What about the rat race in the first place? Is it worthwhile? Or are you just buying into someone else’s definition of success? Only you can decide that, and you’ll have to decide it over and over and over. But if you think it’s a rat race, before you drop out, take a deep breath. Maybe you picked the wrong job. Try again. And then try again. Try until you find something that stirs your passion, a job that matters to you and matters to others. It is the ultimate luxury to combine passion and contribution. It’s also a very clear path to happiness.
“I found that every single successful person I’ve ever spoken to had a turning point and the turning point was where they made a clear, specific, unequivocal decision that they were not going to live like this anymore. Some people make that decision at 15 and some people make it at 50 and most never make it at all.”—Brian Tracy
“Now we know that when people are on ARVs, the antiretrovirals that are used to treat HIV, we can also reduce new infections. So, in this sense, it is an absolute game-changer in terms of mounting a credible AIDS response.”—Sharonann Lynch, HIV/AIDS Policy Advisor for MSF’s Campaign for Access to Essential Medicines (via doctorswithoutborders)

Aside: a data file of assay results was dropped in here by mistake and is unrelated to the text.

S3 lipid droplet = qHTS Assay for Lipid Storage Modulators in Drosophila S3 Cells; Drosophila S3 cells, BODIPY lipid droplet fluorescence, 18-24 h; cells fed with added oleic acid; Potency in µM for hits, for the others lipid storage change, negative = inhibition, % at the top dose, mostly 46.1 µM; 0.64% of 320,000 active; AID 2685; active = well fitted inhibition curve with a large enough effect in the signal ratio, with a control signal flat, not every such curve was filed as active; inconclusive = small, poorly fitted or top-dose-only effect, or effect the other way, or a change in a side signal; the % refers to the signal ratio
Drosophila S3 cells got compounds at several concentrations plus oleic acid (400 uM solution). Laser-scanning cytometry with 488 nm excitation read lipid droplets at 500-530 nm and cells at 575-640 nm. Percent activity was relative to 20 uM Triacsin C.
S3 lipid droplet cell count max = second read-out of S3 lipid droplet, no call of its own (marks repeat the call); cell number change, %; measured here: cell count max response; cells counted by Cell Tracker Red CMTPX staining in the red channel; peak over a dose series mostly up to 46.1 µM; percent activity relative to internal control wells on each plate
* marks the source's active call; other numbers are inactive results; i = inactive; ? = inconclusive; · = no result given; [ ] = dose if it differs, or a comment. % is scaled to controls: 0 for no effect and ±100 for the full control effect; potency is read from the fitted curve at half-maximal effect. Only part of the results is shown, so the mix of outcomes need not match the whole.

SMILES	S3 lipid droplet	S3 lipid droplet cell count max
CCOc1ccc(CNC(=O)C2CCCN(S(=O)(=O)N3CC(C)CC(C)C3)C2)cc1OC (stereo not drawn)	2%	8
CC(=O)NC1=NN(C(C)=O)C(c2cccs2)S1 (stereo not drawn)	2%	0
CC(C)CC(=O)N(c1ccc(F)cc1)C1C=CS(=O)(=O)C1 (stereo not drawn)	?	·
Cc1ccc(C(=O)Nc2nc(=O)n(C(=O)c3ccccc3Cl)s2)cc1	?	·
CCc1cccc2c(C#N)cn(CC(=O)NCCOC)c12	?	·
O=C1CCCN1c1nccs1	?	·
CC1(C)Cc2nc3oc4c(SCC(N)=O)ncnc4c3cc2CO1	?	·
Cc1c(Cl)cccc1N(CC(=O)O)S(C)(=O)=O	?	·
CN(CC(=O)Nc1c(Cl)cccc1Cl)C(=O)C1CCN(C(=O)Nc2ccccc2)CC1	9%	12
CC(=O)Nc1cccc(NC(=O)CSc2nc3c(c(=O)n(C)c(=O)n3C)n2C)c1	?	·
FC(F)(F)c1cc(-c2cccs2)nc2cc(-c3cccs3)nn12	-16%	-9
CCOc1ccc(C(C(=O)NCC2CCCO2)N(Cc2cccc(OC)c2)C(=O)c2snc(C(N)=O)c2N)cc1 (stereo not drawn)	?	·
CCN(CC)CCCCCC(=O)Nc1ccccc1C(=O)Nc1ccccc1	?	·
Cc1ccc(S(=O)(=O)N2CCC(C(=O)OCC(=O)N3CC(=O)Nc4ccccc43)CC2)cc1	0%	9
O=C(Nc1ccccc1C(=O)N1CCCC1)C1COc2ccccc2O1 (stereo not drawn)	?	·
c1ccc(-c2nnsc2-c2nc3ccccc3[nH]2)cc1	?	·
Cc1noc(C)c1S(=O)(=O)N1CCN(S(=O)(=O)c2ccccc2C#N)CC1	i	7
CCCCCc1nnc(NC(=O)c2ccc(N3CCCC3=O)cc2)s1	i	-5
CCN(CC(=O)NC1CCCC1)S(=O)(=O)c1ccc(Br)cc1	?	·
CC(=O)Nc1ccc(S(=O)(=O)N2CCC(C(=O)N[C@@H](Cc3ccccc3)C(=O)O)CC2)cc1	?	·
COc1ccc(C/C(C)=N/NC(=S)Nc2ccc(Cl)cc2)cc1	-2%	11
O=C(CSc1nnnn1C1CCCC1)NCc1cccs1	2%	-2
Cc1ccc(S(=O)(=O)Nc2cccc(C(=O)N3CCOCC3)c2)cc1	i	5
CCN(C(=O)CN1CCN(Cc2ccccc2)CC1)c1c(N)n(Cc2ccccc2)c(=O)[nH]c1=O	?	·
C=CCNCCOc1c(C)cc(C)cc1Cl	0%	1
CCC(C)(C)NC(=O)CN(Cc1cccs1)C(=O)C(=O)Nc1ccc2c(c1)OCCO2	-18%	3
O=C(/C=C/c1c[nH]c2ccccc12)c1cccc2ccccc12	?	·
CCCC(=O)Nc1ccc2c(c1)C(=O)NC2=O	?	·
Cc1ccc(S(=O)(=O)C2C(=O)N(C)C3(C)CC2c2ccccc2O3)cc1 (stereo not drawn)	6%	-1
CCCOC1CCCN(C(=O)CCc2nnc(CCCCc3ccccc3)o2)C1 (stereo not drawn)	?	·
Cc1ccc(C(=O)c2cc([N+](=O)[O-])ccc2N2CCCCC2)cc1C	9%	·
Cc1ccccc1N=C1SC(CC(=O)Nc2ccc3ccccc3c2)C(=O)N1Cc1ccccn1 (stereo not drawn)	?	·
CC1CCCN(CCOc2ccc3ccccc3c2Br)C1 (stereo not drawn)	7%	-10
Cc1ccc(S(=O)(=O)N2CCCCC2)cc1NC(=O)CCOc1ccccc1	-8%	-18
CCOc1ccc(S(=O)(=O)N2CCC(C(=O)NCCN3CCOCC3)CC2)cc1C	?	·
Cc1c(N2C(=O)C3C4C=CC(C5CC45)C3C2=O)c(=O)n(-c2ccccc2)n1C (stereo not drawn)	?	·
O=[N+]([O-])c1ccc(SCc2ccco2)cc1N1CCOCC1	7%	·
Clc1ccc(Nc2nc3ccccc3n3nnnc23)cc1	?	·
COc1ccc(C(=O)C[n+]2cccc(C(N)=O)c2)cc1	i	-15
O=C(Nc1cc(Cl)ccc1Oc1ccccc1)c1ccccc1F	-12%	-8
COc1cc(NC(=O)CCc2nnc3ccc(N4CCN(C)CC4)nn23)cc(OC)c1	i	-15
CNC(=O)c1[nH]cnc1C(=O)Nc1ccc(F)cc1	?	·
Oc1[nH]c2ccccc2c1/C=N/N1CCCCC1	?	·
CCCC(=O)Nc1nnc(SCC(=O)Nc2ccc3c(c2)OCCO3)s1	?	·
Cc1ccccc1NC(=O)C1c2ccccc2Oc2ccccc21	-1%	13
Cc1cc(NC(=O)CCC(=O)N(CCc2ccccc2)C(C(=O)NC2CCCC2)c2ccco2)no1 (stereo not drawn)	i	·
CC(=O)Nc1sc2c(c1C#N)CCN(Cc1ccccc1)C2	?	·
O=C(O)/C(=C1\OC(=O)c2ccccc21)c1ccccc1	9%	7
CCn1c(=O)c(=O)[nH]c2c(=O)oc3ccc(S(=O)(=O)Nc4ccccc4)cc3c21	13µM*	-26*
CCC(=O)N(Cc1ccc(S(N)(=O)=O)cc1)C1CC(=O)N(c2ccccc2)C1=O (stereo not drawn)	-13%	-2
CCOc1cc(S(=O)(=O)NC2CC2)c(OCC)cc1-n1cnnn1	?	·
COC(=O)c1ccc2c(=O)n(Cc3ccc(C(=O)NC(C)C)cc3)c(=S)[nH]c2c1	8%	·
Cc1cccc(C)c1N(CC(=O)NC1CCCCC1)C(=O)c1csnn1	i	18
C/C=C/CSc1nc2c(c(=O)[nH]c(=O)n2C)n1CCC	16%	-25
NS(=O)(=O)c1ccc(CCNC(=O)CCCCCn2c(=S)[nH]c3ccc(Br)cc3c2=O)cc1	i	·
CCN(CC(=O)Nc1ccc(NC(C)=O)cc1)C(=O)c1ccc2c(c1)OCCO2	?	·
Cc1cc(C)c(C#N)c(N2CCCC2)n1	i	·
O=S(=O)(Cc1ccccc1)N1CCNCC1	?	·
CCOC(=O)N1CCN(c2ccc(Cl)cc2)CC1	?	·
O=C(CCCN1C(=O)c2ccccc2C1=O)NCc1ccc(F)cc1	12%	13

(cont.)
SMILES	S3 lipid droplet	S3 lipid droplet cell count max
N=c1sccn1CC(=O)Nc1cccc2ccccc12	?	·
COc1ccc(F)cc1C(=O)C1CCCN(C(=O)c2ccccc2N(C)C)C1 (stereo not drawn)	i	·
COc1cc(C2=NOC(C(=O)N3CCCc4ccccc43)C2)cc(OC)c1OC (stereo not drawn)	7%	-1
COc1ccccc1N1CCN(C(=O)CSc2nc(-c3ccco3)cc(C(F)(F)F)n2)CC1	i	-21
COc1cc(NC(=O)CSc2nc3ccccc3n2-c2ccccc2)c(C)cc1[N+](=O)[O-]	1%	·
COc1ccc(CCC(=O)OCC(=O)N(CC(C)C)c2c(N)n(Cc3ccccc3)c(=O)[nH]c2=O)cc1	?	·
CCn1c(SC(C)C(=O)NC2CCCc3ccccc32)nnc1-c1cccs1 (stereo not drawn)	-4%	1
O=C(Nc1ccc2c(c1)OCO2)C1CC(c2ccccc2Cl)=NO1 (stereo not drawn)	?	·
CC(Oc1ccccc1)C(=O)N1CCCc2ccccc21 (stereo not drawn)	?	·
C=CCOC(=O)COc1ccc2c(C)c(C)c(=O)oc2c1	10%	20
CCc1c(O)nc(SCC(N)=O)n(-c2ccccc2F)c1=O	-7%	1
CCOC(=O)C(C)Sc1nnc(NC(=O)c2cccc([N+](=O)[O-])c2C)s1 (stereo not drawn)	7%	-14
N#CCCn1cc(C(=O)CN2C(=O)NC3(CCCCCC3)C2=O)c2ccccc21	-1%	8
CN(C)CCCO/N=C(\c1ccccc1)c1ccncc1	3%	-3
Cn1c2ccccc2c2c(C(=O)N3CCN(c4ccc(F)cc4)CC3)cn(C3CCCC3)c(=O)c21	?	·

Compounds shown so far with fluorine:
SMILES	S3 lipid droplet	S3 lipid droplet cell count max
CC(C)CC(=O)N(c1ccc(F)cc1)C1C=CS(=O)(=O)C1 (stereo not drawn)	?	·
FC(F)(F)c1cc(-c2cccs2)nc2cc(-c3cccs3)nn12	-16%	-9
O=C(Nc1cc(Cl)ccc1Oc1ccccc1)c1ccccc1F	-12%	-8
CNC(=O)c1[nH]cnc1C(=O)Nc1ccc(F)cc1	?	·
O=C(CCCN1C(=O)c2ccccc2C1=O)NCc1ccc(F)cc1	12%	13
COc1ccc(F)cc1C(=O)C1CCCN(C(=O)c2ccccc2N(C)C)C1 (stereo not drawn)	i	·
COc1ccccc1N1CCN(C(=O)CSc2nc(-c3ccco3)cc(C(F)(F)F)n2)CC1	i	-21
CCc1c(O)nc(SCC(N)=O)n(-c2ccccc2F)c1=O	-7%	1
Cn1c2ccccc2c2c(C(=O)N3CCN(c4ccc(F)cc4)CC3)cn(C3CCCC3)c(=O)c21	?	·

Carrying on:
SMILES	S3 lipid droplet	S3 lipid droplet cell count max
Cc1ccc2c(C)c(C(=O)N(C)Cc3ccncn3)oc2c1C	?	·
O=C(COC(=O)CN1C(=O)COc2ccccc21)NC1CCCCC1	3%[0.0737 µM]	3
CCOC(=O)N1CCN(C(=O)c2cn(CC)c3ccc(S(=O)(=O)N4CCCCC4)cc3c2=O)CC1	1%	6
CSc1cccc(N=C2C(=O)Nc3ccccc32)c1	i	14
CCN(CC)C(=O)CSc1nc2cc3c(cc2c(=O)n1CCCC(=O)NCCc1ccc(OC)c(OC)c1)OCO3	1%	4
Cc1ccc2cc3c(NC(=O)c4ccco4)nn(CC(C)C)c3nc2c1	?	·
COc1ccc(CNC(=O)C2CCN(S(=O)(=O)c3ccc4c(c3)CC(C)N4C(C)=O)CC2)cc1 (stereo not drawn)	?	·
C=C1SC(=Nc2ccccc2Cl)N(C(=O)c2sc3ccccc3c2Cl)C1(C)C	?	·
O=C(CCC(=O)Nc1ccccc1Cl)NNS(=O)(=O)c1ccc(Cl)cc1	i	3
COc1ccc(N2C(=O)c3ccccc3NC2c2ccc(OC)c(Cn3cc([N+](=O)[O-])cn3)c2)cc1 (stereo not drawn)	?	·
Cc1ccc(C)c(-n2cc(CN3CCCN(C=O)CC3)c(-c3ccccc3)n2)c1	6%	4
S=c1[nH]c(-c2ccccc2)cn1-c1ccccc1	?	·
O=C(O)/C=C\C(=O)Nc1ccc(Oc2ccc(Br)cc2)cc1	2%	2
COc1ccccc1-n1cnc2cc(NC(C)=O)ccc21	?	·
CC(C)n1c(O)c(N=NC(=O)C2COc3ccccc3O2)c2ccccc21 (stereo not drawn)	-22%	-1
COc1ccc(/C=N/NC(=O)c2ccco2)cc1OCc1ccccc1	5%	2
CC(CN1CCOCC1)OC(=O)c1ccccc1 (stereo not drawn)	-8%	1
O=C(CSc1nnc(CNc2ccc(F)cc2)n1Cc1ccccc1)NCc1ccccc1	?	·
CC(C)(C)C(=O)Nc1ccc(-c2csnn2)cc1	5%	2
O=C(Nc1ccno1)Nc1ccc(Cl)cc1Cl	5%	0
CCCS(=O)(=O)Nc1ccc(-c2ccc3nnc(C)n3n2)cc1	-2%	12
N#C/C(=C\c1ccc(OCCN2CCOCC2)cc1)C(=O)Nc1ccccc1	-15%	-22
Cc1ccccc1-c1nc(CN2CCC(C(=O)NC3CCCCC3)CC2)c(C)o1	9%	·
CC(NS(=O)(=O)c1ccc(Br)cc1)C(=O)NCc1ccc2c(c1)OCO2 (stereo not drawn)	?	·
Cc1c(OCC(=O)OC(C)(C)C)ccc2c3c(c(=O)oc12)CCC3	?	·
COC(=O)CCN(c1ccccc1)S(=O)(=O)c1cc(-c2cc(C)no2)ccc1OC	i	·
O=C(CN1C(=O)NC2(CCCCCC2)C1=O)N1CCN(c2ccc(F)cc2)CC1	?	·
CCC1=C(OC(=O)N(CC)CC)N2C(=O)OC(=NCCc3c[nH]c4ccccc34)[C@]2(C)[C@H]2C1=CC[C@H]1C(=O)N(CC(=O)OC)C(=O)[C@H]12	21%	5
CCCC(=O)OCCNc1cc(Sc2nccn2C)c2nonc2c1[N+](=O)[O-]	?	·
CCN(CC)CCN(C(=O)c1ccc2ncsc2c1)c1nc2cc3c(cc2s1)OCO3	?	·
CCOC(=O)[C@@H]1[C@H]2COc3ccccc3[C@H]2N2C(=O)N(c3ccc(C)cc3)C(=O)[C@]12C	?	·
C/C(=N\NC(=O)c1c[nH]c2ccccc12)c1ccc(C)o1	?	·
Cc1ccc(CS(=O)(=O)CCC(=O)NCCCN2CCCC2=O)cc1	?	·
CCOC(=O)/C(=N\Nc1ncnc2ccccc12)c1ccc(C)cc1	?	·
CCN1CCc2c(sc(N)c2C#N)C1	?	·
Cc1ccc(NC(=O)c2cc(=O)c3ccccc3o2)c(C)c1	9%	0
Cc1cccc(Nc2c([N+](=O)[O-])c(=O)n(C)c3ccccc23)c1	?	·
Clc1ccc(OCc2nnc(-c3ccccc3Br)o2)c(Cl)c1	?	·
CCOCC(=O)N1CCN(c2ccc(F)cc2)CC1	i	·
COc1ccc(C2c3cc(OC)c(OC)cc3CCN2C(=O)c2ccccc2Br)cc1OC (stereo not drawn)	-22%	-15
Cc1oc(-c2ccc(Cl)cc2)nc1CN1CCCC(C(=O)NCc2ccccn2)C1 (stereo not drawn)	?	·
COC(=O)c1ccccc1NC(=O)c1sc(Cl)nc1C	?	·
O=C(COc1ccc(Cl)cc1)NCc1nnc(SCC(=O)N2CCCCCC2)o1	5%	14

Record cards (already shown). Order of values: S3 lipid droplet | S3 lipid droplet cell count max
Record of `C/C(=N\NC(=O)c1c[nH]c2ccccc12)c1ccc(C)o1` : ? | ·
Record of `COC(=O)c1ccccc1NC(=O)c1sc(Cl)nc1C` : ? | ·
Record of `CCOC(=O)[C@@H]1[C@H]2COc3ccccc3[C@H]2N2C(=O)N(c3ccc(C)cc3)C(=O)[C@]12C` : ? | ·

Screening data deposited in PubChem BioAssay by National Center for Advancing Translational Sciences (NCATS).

“Life is not easy for any of us. But what of that? We must have perseverance and above all confidence in ourselves. We must believe that we are gifted for something, and that this thing, at whatever cost, must be attained.”—Marie Curie, a physicist and chemist and won two Nobel Prizes.
“There’s a trick to the “graceful exit.” It begins with the vision to recognize when a job, a life stage, or a relationship is over — and let it go. It means leaving what’s over without denying its validity or its past importance to our lives. It involves a sense of future, a belief that every exit line is an entry, that we are moving up, rather than out.”—Ellen Goodman (via thresca)